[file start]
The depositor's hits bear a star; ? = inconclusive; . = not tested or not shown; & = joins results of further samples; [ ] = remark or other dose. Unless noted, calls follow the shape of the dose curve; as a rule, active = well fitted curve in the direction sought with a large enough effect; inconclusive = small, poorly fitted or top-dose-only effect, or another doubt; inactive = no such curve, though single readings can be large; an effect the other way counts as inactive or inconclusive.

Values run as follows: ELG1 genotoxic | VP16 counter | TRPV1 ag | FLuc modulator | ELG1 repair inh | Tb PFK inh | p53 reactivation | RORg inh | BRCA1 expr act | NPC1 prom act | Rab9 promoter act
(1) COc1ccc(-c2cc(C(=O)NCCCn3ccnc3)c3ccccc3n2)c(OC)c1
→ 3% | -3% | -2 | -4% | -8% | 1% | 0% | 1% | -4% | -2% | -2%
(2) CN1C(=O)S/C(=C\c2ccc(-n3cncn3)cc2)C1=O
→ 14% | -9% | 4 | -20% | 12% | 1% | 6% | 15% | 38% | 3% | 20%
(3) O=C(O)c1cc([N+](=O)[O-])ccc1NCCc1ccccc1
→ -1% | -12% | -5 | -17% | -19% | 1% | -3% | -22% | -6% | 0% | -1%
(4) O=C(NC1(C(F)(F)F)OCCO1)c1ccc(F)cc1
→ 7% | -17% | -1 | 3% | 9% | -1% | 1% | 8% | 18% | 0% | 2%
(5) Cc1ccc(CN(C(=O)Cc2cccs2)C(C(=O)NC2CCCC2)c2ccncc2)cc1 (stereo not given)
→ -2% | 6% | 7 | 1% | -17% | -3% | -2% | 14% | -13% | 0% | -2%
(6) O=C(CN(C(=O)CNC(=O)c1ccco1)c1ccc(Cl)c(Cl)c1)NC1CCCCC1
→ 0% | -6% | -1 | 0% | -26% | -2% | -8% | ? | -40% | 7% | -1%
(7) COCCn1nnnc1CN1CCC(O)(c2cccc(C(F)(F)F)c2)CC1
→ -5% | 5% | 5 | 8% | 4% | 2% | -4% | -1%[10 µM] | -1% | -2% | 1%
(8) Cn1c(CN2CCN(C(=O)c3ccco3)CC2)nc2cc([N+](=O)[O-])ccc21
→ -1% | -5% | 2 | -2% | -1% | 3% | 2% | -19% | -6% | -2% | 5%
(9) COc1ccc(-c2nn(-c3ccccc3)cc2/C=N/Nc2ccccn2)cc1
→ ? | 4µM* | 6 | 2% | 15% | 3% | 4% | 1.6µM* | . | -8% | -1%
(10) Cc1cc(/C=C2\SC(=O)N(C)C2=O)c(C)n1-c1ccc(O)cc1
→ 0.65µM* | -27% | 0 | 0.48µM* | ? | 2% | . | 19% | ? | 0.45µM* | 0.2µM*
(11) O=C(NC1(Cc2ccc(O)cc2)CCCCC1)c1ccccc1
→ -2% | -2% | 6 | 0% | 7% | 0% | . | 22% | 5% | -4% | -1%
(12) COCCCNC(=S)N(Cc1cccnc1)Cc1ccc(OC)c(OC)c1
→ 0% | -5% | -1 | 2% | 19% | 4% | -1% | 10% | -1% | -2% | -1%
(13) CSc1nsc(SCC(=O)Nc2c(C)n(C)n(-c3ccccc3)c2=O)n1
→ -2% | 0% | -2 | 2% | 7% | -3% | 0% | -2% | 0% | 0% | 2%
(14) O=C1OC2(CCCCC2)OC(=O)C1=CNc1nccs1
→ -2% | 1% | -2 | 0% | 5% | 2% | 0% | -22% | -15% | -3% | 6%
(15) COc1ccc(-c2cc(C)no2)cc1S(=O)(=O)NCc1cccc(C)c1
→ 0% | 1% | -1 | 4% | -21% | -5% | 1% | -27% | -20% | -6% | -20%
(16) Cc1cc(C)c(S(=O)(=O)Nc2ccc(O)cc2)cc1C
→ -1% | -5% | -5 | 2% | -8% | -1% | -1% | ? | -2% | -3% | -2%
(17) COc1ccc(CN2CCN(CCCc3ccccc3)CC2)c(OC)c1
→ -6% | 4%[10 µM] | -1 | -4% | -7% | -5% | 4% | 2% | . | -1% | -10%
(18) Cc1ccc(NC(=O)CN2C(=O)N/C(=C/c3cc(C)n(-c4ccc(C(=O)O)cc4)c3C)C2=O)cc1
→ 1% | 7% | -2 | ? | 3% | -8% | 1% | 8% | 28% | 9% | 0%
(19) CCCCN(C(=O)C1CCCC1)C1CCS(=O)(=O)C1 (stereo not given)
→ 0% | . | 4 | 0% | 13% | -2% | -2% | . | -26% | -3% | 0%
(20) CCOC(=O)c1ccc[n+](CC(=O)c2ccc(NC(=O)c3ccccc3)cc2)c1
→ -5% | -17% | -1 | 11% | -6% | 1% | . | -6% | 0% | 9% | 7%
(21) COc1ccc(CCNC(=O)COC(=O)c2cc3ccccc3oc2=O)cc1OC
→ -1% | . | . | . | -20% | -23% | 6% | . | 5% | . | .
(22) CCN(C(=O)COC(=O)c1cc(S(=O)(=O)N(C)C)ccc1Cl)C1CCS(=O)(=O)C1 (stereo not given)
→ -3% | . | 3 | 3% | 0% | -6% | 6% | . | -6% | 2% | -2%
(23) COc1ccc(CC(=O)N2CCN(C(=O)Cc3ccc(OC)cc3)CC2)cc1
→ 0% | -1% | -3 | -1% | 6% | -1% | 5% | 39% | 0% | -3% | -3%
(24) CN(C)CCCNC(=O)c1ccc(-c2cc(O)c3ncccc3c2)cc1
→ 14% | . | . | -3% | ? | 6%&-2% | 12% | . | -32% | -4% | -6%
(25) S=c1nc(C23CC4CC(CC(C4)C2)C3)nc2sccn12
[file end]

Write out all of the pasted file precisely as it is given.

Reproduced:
The depositor's hits bear a star; ? = inconclusive; . = not tested or not shown; & = joins results of further samples; [ ] = remark or other dose. Unless noted, calls follow the shape of the dose curve; as a rule, active = well fitted curve in the direction sought with a large enough effect; inconclusive = small, poorly fitted or top-dose-only effect, or another doubt; inactive = no such curve, though single readings can be large; an effect the other way counts as inactive or inconclusive.

Values run as follows: ELG1 genotoxic | VP16 counter | TRPV1 ag | FLuc modulator | ELG1 repair inh | Tb PFK inh | p53 reactivation | RORg inh | BRCA1 expr act | NPC1 prom act | Rab9 promoter act
(1) COc1ccc(-c2cc(C(=O)NCCCn3ccnc3)c3ccccc3n2)c(OC)c1
→ 3% | -3% | -2 | -4% | -8% | 1% | 0% | 1% | -4% | -2% | -2%
(2) CN1C(=O)S/C(=C\c2ccc(-n3cncn3)cc2)C1=O
→ 14% | -9% | 4 | -20% | 12% | 1% | 6% | 15% | 38% | 3% | 20%
(3) O=C(O)c1cc([N+](=O)[O-])ccc1NCCc1ccccc1
→ -1% | -12% | -5 | -17% | -19% | 1% | -3% | -22% | -6% | 0% | -1%
(4) O=C(NC1(C(F)(F)F)OCCO1)c1ccc(F)cc1
→ 7% | -17% | -1 | 3% | 9% | -1% | 1% | 8% | 18% | 0% | 2%
(5) Cc1ccc(CN(C(=O)Cc2cccs2)C(C(=O)NC2CCCC2)c2ccncc2)cc1 (stereo not given)
→ -2% | 6% | 7 | 1% | -17% | -3% | -2% | 14% | -13% | 0% | -2%
(6) O=C(CN(C(=O)CNC(=O)c1ccco1)c1ccc(Cl)c(Cl)c1)NC1CCCCC1
→ 0% | -6% | -1 | 0% | -26% | -2% | -8% | ? | -40% | 7% | -1%
(7) COCCn1nnnc1CN1CCC(O)(c2cccc(C(F)(F)F)c2)CC1
→ -5% | 5% | 5 | 8% | 4% | 2% | -4% | -1%[10 µM] | -1% | -2% | 1%
(8) Cn1c(CN2CCN(C(=O)c3ccco3)CC2)nc2cc([N+](=O)[O-])ccc21
→ -1% | -5% | 2 | -2% | -1% | 3% | 2% | -19% | -6% | -2% | 5%
(9) COc1ccc(-c2nn(-c3ccccc3)cc2/C=N/Nc2ccccn2)cc1
→ ? | 4µM* | 6 | 2% | 15% | 3% | 4% | 1.6µM* | . | -8% | -1%
(10) Cc1cc(/C=C2\SC(=O)N(C)C2=O)c(C)n1-c1ccc(O)cc1
→ 0.65µM* | -27% | 0 | 0.48µM* | ? | 2% | . | 19% | ? | 0.45µM* | 0.2µM*
(11) O=C(NC1(Cc2ccc(O)cc2)CCCCC1)c1ccccc1
→ -2% | -2% | 6 | 0% | 7% | 0% | . | 22% | 5% | -4% | -1%
(12) COCCCNC(=S)N(Cc1cccnc1)Cc1ccc(OC)c(OC)c1
→ 0% | -5% | -1 | 2% | 19% | 4% | -1% | 10% | -1% | -2% | -1%
(13) CSc1nsc(SCC(=O)Nc2c(C)n(C)n(-c3ccccc3)c2=O)n1
→ -2% | 0% | -2 | 2% | 7% | -3% | 0% | -2% | 0% | 0% | 2%
(14) O=C1OC2(CCCCC2)OC(=O)C1=CNc1nccs1
→ -2% | 1% | -2 | 0% | 5% | 2% | 0% | -22% | -15% | -3% | 6%
(15) COc1ccc(-c2cc(C)no2)cc1S(=O)(=O)NCc1cccc(C)c1
→ 0% | 1% | -1 | 4% | -21% | -5% | 1% | -27% | -20% | -6% | -20%
(16) Cc1cc(C)c(S(=O)(=O)Nc2ccc(O)cc2)cc1C
→ -1% | -5% | -5 | 2% | -8% | -1% | -1% | ? | -2% | -3% | -2%
(17) COc1ccc(CN2CCN(CCCc3ccccc3)CC2)c(OC)c1
→ -6% | 4%[10 µM] | -1 | -4% | -7% | -5% | 4% | 2% | . | -1% | -10%
(18) Cc1ccc(NC(=O)CN2C(=O)N/C(=C/c3cc(C)n(-c4ccc(C(=O)O)cc4)c3C)C2=O)cc1
→ 1% | 7% | -2 | ? | 3% | -8% | 1% | 8% | 28% | 9% | 0%
(19) CCCCN(C(=O)C1CCCC1)C1CCS(=O)(=O)C1 (stereo not given)
→ 0% | . | 4 | 0% | 13% | -2% | -2% | . | -26% | -3% | 0%
(20) CCOC(=O)c1ccc[n+](CC(=O)c2ccc(NC(=O)c3ccccc3)cc2)c1
→ -5% | -17% | -1 | 11% | -6% | 1% | . | -6% | 0% | 9% | 7%
(21) COc1ccc(CCNC(=O)COC(=O)c2cc3ccccc3oc2=O)cc1OC
→ -1% | . | . | . | -20% | -23% | 6% | . | 5% | . | .
(22) CCN(C(=O)COC(=O)c1cc(S(=O)(=O)N(C)C)ccc1Cl)C1CCS(=O)(=O)C1 (stereo not given)
→ -3% | . | 3 | 3% | 0% | -6% | 6% | . | -6% | 2% | -2%
(23) COc1ccc(CC(=O)N2CCN(C(=O)Cc3ccc(OC)cc3)CC2)cc1
→ 0% | -1% | -3 | -1% | 6% | -1% | 5% | 39% | 0% | -3% | -3%
(24) CN(C)CCCNC(=O)c1ccc(-c2cc(O)c3ncccc3c2)cc1
→ 14% | . | . | -3% | ? | 6%&-2% | 12% | . | -32% | -4% | -6%
(25) S=c1nc(C23CC4CC(CC(C4)C2)C3)nc2sccn12